Chances are you’ve had a disagreement with an employer or co-worker at work. That’s only human nature (even in Minnesota). However, if your work becomes intolerable — based on offensive conduct related to a protected category like race, gender, religion, age, sexual orientation or disability — you may have a legal claim for a hostile work environment.
Today’s story involves such a claim. What’s newsworthy, however, is that the United States Supreme Court has agreed to hear the case because the outcome may change how supervisory liability for workplace harassment is defined under Title VII of the Civil Rights Act of 1964 by courts in Minnesota and nationwide.
The case involves the sole African-American employee in the banquet and catering department of a state university. The employee alleges she was the victim of racial harassment by her coworkers and supervisors. The employee brought a hostile work environment claim against the university, believing it should be vicariously responsible for those actions. However, both a lower court and the Seventh Circuit dismissed the claim, determining that the employee had not established a legal basis for holding the state university liable.
Under current federal law — set by U.S. Supreme Court precedents — an employer can be held vicariously liable for severe or pervasive harassment in the workplace perpetrated by an employee’s supervisor. However, those decisions stop short of providing an unambiguous definition of supervisor. Some require daily oversight of an employee’s work, whereas other courts define a supervisor as anyone with hiring or firing authority.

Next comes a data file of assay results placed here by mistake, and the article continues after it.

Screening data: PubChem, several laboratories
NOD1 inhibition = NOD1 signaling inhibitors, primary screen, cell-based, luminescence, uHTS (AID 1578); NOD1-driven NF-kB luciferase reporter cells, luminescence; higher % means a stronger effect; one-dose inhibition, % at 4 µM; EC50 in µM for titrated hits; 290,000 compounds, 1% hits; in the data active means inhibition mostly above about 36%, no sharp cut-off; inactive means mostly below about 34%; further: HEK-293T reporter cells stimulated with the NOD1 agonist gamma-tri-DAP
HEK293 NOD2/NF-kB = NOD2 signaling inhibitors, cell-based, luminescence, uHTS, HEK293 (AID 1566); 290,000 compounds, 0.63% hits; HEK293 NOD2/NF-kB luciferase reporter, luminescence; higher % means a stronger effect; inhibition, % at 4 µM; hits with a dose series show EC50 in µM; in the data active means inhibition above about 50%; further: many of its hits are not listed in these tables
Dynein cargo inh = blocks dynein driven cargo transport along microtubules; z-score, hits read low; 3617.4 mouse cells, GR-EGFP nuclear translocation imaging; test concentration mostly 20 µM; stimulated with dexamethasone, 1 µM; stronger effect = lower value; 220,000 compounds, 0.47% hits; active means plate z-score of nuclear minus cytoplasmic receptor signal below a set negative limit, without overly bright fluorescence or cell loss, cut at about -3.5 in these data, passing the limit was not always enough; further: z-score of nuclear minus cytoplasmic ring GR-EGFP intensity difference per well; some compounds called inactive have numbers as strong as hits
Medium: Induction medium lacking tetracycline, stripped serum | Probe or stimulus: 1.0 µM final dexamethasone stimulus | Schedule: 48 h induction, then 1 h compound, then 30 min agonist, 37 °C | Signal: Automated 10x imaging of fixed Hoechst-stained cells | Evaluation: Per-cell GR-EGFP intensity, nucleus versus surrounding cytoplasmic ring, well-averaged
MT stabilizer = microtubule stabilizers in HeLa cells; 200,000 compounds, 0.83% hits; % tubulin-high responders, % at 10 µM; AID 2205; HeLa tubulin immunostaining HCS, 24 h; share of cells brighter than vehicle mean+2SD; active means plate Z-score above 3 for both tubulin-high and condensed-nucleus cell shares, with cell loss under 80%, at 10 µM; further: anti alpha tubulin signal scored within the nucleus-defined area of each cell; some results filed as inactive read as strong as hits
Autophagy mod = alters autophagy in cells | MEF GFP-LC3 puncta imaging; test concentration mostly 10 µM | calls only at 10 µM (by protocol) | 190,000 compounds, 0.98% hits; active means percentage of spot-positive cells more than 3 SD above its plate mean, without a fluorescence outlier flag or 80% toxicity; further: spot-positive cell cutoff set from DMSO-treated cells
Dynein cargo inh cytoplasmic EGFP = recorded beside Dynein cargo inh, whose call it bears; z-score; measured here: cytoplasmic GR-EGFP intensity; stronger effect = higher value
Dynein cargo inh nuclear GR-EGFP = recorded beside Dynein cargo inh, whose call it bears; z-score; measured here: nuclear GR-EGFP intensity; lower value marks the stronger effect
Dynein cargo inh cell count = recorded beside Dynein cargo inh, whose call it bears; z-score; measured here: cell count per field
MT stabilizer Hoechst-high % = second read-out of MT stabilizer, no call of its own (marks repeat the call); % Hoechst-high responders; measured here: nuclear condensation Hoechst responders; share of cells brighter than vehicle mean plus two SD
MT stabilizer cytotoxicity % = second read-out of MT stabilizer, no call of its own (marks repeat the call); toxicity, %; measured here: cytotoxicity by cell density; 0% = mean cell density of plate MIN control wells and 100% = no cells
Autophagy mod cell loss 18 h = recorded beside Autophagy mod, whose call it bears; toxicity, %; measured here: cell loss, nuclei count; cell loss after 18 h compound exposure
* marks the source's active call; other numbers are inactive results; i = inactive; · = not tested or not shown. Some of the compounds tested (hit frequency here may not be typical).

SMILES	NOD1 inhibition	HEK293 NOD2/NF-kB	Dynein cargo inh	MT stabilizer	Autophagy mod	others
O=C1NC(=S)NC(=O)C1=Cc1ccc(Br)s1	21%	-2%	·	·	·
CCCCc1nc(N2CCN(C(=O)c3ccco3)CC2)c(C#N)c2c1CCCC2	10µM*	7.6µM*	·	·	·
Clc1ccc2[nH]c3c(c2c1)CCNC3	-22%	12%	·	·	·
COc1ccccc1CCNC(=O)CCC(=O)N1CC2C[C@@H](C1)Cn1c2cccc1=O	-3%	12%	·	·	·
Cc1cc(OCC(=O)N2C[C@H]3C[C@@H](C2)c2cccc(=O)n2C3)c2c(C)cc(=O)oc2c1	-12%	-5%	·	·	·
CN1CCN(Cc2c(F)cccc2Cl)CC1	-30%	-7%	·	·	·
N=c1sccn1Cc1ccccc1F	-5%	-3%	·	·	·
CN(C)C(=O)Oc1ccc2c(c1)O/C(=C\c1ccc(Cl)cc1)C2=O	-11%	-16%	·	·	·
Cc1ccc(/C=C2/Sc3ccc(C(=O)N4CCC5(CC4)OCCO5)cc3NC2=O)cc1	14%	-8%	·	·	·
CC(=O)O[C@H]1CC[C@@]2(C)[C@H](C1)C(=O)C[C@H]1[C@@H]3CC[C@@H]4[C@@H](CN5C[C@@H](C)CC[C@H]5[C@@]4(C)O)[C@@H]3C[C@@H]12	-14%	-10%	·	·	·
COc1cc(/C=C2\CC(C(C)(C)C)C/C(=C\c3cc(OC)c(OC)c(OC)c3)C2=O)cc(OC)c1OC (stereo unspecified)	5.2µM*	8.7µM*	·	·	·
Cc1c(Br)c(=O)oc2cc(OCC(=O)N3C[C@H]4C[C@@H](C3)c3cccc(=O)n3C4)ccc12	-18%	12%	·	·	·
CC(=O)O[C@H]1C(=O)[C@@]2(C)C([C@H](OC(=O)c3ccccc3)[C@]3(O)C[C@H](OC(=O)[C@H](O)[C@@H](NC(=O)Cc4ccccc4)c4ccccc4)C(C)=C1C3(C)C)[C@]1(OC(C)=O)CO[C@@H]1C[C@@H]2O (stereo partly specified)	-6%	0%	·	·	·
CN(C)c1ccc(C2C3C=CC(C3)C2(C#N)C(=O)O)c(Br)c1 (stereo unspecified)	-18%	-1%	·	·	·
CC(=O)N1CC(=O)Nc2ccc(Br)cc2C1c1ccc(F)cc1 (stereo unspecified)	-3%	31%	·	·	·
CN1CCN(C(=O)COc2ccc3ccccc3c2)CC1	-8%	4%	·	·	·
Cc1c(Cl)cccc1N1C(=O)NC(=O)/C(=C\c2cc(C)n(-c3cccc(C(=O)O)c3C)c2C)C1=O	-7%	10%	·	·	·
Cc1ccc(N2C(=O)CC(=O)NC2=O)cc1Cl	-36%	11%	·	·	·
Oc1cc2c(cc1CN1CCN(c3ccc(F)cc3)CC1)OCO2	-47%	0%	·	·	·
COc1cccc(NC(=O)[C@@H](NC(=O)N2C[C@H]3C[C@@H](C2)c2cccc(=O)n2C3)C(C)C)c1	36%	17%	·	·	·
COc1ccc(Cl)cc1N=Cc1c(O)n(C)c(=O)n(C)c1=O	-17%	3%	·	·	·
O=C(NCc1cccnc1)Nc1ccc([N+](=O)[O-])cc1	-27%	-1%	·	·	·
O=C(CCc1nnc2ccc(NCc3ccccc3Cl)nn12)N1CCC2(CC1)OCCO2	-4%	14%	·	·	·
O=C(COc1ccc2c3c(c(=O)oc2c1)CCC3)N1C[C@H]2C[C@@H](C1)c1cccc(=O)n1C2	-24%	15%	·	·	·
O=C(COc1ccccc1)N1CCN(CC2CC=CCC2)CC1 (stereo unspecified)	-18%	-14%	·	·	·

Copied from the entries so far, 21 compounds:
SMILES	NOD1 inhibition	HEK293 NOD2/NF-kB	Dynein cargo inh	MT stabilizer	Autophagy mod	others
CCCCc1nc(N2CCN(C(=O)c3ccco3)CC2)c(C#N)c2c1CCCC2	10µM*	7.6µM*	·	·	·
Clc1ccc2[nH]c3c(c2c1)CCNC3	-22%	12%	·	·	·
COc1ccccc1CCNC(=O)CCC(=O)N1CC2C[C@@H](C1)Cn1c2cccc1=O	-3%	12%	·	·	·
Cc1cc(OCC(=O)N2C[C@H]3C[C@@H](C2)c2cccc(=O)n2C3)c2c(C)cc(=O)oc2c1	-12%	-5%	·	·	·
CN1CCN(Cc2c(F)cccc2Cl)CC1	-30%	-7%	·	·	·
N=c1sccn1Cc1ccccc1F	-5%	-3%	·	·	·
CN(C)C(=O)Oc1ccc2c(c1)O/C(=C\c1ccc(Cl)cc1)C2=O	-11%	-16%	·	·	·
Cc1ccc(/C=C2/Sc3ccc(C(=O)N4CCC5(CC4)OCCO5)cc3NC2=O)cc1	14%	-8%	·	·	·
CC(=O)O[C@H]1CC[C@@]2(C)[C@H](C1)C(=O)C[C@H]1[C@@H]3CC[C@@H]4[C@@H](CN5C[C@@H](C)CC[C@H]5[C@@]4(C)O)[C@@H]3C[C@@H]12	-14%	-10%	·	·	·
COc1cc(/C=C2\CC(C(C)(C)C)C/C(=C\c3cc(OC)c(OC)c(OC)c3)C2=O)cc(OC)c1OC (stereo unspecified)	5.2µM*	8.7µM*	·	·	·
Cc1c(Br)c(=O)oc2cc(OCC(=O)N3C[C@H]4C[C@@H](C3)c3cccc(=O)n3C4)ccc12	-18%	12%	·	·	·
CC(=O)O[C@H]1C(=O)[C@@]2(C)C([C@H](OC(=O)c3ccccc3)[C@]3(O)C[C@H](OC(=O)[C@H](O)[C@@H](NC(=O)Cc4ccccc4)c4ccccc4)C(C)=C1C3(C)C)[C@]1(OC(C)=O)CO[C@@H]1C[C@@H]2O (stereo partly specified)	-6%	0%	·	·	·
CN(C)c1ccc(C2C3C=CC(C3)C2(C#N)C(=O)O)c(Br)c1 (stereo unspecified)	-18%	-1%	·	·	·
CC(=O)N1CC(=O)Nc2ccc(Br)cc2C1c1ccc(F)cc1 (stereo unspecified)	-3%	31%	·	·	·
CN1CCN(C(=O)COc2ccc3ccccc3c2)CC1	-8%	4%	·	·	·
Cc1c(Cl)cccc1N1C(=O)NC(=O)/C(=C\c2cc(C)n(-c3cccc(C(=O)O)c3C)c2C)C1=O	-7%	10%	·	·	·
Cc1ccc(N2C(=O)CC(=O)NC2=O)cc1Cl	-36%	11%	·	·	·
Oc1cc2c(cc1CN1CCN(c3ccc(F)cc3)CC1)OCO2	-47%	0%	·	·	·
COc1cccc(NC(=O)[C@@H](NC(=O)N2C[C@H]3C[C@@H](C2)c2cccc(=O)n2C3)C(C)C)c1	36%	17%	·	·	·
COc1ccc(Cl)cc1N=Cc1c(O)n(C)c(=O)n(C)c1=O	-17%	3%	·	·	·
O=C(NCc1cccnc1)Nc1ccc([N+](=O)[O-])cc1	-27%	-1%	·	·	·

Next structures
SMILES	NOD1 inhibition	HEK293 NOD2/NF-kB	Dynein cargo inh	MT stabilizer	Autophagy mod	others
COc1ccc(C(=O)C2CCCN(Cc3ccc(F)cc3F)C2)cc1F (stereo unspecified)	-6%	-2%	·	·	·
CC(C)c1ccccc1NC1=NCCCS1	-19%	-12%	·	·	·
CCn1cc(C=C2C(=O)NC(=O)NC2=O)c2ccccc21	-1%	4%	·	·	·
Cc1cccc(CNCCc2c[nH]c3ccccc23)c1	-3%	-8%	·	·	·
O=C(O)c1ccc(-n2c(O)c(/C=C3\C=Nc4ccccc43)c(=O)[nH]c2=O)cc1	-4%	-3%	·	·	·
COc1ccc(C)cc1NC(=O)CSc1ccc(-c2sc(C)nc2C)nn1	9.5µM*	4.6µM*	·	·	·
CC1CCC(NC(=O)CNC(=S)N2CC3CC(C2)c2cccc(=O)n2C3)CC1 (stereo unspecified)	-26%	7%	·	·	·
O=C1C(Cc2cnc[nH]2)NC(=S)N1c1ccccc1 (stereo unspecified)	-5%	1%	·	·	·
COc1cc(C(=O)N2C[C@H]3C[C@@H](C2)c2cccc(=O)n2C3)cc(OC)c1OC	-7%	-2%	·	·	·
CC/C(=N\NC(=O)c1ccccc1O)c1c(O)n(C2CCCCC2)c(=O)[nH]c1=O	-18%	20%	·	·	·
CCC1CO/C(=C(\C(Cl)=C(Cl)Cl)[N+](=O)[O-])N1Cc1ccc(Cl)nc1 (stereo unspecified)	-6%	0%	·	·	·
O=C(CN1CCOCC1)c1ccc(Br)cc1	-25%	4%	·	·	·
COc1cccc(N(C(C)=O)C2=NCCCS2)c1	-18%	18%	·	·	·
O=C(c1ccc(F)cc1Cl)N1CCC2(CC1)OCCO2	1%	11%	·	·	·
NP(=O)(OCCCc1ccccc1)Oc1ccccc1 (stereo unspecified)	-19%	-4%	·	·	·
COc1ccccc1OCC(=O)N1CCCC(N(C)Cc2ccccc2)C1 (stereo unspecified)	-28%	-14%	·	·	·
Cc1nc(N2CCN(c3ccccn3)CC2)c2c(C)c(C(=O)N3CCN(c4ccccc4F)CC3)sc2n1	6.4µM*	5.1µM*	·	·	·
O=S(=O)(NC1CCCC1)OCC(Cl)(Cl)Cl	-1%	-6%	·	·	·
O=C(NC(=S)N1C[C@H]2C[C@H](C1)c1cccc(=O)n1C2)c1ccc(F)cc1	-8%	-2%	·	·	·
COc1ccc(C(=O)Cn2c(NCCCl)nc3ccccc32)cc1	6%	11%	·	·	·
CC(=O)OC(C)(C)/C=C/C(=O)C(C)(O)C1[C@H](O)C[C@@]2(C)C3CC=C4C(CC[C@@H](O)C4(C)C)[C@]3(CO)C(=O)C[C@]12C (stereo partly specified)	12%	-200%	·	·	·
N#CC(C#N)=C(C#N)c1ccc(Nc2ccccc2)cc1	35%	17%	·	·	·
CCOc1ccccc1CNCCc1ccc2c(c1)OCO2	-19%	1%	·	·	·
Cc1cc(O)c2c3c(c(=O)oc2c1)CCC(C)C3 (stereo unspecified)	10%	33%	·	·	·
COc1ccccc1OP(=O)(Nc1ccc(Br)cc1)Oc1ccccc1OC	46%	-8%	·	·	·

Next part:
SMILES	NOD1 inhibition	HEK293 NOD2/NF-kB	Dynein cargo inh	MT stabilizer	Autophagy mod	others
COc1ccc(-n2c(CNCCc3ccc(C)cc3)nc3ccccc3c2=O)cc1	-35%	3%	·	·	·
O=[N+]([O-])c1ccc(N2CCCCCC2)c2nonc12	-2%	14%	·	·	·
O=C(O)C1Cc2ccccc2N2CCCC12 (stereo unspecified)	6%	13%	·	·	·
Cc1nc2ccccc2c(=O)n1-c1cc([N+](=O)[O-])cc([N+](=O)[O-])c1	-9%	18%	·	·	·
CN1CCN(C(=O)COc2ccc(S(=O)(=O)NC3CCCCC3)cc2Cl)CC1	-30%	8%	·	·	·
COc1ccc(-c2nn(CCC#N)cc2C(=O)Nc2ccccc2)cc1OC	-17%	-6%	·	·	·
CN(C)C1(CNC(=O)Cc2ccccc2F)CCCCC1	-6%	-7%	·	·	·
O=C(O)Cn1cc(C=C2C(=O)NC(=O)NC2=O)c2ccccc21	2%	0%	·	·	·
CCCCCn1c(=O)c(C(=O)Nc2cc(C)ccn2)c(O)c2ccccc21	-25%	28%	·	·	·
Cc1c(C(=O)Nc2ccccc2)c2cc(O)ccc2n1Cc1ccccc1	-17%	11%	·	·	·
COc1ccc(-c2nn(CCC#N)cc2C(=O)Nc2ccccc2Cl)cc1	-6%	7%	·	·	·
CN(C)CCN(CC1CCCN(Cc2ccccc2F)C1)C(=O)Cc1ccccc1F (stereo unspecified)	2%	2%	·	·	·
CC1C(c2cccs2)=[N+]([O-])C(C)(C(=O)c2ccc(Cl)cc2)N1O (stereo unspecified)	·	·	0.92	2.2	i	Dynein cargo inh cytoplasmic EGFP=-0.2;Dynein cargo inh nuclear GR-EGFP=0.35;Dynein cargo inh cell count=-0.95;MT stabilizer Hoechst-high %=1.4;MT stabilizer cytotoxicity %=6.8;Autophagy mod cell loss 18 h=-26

To be illegal, workplace harassment must be severe and pervasive enough to create a hostile, abusive, or intimidating work environment for the employee based on a protected category, such as race, gender, religion, age, sexual orientation or disability. A variety of conduct may qualify as offensive, including comments, images or jokes that are targeted at an individual.
Workplace harassment can negatively affect your work performance, future opportunities for career advancement, and cause you to think about quitting a job you enjoy. If you are being harassed by a coworker or employer in the workplace because of a protected category, you may be entitled to take legal action. An attorney can review the facts of your case and determine whether you might be able to bring a claim and obtain compensation.
Source: Business Insurance, “Supreme Court to clarify what constitutes a supervisor in harassment cases,” Judy Greenwald, June 26, 2012